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Environmental implications and costs of municipal solid waste-derived ethylene

  • Carbon recycling, in which organic waste is recycled into chemical feedstock for material production, may provide benefits in resource efficiency and a more cyclical economy - but may also create "trade-offs" in increased impacts elsewhere. We investigate the system-wide environmental burdens and cost associated with carbon recycling routes capable of converting municipal solid waste (MSW) by gasification and Fischer-Tropsch synthesis into ethylene. Results are compared to business-as-usual (BAU) cases in which ethylene is derived from fossil resources and waste is either landfilled with methane and energy recovery (BAU#1) or incinerated (BAU#2) with energy recovery. Monte Carlo and sensitivity analysis is used to assess uncertainties ofCarbon recycling, in which organic waste is recycled into chemical feedstock for material production, may provide benefits in resource efficiency and a more cyclical economy - but may also create "trade-offs" in increased impacts elsewhere. We investigate the system-wide environmental burdens and cost associated with carbon recycling routes capable of converting municipal solid waste (MSW) by gasification and Fischer-Tropsch synthesis into ethylene. Results are compared to business-as-usual (BAU) cases in which ethylene is derived from fossil resources and waste is either landfilled with methane and energy recovery (BAU#1) or incinerated (BAU#2) with energy recovery. Monte Carlo and sensitivity analysis is used to assess uncertainties of the results. Results indicate that carbon recycling may lead to a reduction in cumulative energy demand (CED), total material requirement (TMR), and acidification, when compared to BAU#1. Global warming potential is found to be similar or slightly lower than BAU#1 and BAU#2. In comparison to BAU#2, carbon recycling results in higher CED, TMR, acidification, and smog potential, mainly as a result of larger (fossil-based) energy offsets from energy recovery. However, if a renewable power mix (envisioned for the future) is assumed to be offset, BAU#2 impacts may be similar or higher than carbon recycling routes. Production cost per kilogram (kg) MSW-derived ethylene range between US$1.85 and US$2.06 (Jan 2011 US$). This compares to US$1.17 per kg for fossil-based ethylene. Waste-derived ethylene breaks even with its fossil-based counterpart at a tipping fee of roughly US$42 per metric ton of waste feedstock.show moreshow less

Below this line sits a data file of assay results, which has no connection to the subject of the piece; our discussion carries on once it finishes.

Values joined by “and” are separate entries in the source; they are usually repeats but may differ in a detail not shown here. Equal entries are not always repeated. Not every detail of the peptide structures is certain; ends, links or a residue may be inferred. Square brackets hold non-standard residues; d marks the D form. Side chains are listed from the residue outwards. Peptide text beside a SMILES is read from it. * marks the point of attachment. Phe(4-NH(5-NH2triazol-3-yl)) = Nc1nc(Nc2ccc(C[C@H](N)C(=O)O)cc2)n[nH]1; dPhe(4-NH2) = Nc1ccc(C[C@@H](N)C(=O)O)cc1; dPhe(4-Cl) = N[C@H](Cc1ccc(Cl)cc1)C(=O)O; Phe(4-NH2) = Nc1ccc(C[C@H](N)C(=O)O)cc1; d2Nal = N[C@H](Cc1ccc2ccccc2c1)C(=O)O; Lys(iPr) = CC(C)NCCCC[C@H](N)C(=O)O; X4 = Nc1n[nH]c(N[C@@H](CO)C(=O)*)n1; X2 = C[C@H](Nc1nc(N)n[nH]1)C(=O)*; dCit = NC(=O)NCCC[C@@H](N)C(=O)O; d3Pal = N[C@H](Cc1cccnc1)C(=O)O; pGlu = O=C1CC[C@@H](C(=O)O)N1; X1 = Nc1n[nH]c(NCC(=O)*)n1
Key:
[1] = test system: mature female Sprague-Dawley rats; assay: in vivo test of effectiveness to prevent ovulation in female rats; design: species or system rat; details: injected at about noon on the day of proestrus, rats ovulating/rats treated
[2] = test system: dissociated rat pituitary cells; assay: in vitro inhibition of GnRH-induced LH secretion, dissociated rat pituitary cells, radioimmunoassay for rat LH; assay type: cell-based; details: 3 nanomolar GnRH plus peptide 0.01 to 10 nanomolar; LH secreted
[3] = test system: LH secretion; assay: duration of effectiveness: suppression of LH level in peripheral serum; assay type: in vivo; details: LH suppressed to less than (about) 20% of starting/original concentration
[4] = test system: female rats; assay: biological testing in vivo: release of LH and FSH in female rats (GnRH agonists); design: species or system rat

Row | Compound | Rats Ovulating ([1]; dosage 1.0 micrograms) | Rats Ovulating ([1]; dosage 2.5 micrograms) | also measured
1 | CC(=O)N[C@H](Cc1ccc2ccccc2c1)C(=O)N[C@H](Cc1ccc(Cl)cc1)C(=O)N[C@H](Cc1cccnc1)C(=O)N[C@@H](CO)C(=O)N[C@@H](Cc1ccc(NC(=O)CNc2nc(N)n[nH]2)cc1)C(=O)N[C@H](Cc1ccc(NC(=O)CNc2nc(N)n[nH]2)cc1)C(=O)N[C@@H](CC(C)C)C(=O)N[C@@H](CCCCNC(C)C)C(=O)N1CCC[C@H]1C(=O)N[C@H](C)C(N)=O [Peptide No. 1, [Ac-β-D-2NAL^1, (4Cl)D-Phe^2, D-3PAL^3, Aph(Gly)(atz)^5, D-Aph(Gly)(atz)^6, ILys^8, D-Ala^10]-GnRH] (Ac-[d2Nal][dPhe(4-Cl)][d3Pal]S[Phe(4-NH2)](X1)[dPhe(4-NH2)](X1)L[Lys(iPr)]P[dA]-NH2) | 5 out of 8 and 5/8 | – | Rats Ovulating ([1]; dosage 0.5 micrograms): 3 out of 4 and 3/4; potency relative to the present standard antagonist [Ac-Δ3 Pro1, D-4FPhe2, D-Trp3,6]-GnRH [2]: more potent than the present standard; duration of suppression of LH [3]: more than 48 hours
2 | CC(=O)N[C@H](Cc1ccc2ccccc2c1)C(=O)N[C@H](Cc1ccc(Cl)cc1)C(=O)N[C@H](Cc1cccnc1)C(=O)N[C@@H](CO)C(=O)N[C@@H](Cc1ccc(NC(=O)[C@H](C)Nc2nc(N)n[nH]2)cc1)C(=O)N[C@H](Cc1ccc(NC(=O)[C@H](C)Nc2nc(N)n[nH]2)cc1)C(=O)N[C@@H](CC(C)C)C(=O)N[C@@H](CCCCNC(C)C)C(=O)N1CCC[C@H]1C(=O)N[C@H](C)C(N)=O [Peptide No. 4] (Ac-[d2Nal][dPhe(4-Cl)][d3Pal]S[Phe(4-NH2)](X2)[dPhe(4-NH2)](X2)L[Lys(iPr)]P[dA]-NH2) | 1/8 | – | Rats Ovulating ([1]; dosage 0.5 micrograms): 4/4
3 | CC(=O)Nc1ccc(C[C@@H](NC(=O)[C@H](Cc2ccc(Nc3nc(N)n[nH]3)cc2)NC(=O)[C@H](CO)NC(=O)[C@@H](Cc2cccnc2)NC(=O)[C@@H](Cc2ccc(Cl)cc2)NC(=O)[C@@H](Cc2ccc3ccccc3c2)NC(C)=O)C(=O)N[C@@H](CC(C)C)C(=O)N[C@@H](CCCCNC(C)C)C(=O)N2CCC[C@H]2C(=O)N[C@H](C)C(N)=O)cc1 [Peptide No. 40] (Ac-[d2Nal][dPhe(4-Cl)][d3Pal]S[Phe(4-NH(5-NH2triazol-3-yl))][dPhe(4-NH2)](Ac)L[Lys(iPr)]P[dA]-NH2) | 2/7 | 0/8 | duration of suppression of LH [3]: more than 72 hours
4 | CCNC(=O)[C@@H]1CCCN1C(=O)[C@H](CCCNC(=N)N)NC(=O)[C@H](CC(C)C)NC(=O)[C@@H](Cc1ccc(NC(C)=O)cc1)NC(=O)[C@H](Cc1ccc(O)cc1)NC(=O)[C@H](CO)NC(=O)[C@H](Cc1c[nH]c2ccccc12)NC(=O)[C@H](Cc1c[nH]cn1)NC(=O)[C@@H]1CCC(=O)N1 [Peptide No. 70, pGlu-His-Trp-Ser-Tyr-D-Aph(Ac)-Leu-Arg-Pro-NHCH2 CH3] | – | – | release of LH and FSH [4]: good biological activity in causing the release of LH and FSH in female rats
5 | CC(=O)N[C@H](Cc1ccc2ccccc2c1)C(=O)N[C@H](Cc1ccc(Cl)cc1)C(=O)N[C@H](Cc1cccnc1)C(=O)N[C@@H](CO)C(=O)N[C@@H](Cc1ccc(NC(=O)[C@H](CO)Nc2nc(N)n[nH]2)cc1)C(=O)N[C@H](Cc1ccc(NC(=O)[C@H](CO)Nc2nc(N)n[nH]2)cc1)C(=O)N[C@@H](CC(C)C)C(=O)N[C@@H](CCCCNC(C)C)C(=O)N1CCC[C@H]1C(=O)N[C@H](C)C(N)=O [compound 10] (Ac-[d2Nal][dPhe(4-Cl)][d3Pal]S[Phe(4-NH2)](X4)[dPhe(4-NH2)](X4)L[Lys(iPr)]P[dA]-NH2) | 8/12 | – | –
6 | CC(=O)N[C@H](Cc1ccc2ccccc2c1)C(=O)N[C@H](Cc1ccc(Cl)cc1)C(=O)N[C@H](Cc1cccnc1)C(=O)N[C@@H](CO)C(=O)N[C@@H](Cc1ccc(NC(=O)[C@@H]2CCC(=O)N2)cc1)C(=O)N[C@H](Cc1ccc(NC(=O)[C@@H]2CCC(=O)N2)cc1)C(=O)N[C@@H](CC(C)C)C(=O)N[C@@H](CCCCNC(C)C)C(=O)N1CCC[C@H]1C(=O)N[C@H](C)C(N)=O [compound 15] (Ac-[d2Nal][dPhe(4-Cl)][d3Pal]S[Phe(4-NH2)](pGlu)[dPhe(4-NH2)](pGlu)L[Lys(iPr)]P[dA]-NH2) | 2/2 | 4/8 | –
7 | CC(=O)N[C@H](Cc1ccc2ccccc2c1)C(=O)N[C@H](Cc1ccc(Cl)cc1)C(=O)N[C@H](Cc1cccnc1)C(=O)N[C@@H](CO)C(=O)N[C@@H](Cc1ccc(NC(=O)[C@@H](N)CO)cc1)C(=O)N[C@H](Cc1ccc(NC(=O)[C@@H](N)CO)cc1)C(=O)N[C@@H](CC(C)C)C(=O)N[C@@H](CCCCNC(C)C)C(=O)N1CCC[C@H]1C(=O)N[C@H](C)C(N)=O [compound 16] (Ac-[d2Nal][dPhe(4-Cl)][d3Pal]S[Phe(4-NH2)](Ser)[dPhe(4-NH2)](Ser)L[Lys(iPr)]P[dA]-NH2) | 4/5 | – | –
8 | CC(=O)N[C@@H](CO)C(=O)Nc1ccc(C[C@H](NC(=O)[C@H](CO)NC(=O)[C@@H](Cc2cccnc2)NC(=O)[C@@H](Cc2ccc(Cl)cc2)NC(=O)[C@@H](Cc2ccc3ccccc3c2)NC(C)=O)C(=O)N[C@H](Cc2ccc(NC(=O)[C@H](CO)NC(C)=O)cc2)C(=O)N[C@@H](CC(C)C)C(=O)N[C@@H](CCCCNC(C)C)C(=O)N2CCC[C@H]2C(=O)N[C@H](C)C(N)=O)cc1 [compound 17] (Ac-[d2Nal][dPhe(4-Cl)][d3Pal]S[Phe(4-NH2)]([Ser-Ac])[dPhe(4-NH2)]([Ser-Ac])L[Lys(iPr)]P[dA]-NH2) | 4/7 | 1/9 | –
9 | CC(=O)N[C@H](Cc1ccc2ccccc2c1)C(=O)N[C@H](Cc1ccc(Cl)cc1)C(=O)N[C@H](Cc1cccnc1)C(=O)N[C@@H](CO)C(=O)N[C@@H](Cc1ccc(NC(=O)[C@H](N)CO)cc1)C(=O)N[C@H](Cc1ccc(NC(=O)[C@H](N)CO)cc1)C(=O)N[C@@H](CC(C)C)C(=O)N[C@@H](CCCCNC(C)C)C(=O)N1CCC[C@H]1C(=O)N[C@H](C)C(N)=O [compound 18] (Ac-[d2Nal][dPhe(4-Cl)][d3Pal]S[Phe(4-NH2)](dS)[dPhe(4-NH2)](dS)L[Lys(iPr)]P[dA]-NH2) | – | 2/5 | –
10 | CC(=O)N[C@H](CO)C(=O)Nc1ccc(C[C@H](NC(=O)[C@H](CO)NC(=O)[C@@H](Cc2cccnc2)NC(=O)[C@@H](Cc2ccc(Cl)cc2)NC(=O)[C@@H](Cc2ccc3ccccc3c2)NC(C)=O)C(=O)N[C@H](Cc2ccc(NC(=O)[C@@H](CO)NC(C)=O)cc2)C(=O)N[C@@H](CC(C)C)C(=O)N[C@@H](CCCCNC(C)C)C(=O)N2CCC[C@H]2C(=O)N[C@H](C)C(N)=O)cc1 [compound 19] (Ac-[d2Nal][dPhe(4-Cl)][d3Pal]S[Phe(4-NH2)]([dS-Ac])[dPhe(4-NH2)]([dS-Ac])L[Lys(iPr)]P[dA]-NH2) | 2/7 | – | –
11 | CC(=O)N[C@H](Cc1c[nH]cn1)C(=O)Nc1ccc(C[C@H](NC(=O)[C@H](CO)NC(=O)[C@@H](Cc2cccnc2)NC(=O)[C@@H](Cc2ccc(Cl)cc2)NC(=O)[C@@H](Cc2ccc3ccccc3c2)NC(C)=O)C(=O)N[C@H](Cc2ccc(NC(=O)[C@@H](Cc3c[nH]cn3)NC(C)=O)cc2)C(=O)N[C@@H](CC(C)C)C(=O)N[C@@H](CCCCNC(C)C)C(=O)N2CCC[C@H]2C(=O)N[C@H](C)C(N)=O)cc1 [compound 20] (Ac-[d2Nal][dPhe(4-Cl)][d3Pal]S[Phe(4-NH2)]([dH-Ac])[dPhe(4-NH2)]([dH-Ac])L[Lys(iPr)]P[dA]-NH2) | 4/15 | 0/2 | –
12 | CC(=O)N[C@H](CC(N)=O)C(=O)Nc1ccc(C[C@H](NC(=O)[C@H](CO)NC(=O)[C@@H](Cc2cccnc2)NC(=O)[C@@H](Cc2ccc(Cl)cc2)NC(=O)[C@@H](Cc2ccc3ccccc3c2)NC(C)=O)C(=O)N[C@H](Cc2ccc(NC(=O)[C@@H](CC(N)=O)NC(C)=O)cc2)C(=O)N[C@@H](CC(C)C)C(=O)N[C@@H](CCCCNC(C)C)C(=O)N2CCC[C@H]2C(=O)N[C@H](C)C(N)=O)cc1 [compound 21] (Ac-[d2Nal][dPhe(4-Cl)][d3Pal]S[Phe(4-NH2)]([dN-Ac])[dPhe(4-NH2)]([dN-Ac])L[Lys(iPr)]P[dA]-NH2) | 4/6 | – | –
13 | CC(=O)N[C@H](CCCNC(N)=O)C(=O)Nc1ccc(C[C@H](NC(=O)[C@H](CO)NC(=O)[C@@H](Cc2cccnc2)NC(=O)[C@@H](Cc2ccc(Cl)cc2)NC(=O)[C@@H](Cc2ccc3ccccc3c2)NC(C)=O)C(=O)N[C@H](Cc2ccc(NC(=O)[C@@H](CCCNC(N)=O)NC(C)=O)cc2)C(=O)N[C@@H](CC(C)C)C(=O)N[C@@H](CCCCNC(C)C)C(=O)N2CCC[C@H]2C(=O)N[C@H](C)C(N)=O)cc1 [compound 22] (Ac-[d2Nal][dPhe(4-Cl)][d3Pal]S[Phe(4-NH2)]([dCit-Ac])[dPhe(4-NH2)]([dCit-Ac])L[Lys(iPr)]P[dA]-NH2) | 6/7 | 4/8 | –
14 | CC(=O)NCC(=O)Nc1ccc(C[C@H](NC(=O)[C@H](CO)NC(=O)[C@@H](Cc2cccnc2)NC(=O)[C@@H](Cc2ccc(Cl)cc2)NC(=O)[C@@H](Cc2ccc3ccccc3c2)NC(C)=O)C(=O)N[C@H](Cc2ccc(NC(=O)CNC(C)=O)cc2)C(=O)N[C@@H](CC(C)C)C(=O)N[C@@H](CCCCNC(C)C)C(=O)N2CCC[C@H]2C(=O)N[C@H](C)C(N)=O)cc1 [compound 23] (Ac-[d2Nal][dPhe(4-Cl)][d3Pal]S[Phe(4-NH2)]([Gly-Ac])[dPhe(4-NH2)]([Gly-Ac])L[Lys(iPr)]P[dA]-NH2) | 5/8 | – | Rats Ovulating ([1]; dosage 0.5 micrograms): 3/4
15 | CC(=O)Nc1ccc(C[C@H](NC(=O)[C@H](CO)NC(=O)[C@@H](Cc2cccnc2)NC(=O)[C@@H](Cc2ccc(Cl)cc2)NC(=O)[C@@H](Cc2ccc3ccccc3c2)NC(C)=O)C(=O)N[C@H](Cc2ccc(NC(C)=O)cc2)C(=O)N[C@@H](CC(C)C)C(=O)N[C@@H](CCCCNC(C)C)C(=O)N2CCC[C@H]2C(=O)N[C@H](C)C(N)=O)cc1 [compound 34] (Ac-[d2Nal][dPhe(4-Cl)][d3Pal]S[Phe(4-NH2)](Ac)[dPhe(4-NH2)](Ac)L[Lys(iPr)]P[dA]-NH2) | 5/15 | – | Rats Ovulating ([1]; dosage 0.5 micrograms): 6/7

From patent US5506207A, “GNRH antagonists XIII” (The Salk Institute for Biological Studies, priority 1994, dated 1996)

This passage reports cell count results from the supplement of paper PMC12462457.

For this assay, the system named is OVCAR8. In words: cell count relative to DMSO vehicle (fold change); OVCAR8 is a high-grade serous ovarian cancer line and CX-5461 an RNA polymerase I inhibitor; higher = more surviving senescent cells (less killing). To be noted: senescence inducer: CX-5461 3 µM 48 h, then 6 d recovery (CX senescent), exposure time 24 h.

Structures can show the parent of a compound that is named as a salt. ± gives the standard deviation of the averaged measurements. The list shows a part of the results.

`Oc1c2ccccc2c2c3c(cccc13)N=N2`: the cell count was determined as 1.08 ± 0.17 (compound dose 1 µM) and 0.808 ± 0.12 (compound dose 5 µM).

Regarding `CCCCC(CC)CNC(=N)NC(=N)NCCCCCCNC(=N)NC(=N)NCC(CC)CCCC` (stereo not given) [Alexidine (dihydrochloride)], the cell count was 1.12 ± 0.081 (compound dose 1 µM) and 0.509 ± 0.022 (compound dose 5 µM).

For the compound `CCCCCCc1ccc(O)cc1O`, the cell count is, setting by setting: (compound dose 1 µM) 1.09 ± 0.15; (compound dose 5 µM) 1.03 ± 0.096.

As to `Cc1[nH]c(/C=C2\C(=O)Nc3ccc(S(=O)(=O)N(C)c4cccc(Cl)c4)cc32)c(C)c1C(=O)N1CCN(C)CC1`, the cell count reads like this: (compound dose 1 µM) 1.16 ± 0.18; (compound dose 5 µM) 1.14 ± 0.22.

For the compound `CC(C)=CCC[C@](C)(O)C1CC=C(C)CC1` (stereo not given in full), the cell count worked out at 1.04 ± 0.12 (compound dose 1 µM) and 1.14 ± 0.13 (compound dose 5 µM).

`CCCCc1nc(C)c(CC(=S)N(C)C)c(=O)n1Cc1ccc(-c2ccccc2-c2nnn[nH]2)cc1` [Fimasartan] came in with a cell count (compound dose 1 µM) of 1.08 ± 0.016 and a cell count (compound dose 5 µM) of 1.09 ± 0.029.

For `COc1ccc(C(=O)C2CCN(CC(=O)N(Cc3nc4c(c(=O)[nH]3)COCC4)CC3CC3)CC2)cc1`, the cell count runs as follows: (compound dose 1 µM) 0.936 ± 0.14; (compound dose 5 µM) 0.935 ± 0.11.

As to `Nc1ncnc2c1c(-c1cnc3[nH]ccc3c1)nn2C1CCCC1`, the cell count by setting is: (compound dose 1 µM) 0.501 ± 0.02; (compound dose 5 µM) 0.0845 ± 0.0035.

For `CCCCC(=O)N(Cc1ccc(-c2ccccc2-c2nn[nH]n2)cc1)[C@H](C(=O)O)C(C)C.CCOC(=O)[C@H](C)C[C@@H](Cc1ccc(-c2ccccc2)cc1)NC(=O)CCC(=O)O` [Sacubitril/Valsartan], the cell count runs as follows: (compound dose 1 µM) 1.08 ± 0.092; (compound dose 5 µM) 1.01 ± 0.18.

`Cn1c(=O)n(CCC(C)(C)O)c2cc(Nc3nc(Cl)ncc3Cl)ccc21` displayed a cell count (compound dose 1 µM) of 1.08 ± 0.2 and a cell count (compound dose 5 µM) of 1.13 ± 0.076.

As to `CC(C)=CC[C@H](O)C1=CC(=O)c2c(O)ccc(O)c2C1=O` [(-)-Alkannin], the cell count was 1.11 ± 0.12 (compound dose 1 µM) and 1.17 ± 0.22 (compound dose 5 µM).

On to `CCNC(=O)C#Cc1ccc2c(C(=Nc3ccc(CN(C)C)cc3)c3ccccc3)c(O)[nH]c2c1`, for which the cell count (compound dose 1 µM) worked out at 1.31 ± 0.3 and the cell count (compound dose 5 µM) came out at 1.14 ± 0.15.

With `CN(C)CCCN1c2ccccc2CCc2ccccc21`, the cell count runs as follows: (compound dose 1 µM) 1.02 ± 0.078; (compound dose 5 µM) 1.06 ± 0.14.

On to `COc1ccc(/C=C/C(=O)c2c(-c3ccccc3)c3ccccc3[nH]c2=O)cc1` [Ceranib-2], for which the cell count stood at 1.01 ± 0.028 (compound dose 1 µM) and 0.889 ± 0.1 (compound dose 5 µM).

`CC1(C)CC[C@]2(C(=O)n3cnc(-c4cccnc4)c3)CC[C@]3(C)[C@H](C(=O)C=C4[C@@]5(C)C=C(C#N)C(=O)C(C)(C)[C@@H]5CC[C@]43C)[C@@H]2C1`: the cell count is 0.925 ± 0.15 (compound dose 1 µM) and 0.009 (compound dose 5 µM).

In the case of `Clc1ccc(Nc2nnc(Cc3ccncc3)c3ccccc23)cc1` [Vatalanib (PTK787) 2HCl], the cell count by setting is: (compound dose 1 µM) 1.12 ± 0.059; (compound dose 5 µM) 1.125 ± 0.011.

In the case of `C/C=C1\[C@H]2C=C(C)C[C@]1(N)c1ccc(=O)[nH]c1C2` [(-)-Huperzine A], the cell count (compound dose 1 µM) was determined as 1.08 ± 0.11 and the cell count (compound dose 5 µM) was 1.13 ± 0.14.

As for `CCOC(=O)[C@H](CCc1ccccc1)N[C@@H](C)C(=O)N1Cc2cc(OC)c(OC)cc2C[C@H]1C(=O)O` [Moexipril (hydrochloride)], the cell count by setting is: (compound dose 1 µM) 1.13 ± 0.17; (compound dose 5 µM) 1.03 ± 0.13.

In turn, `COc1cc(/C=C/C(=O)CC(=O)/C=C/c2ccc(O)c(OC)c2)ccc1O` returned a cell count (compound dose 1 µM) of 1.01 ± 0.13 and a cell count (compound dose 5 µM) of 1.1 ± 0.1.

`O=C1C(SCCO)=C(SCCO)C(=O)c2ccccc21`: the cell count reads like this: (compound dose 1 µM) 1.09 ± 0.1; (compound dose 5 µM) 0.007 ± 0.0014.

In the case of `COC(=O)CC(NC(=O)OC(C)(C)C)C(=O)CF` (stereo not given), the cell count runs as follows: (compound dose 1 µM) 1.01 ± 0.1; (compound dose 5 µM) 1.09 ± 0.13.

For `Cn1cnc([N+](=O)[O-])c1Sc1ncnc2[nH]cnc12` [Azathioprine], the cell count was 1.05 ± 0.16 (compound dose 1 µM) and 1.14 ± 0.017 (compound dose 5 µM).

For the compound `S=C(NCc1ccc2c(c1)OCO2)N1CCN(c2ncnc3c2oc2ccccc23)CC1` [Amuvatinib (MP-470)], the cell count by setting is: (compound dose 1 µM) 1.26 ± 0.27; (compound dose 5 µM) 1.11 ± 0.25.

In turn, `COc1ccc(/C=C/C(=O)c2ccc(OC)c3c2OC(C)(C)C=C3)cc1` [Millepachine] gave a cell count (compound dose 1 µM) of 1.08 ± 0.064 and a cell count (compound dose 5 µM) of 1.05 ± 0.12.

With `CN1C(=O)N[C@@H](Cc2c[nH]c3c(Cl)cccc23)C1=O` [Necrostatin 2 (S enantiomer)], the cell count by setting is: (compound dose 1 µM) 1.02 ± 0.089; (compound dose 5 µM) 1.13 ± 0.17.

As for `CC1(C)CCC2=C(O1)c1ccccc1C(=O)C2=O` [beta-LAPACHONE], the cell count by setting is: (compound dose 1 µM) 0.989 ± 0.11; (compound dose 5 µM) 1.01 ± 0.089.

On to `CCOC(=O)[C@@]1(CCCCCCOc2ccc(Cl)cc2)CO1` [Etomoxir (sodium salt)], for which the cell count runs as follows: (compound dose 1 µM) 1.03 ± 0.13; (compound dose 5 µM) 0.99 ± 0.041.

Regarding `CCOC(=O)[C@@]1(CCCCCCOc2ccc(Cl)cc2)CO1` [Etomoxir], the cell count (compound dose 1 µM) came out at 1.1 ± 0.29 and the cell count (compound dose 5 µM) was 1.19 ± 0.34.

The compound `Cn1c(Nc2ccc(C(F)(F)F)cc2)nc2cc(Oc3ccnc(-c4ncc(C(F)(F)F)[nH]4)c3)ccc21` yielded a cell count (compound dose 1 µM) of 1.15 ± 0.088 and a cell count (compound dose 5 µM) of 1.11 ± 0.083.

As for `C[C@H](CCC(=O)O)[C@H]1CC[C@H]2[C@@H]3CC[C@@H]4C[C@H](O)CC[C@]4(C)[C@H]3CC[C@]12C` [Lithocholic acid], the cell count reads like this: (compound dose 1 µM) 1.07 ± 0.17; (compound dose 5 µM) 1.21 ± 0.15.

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Metadaten
Document Type:Peer-Reviewed Article
Author:Philip Nuss, Kevin H. Gardner, Stefan Bringezu
URN (citable link):https://nbn-resolving.org/urn:nbn:de:bsz:wup4-opus-51116
Year of Publication:2013
Language:English
Source Title (English):Journal of industrial ecology
DOI:https://doi.org/10.1111/jiec.12066
Volume:17
Issue:6
First Page:912
Last Page:925
Dewey Decimal Classification:600 Technik, Medizin, angewandte Wissenschaften
Licence:License LogoIn Copyright - Urheberrechtlich geschützt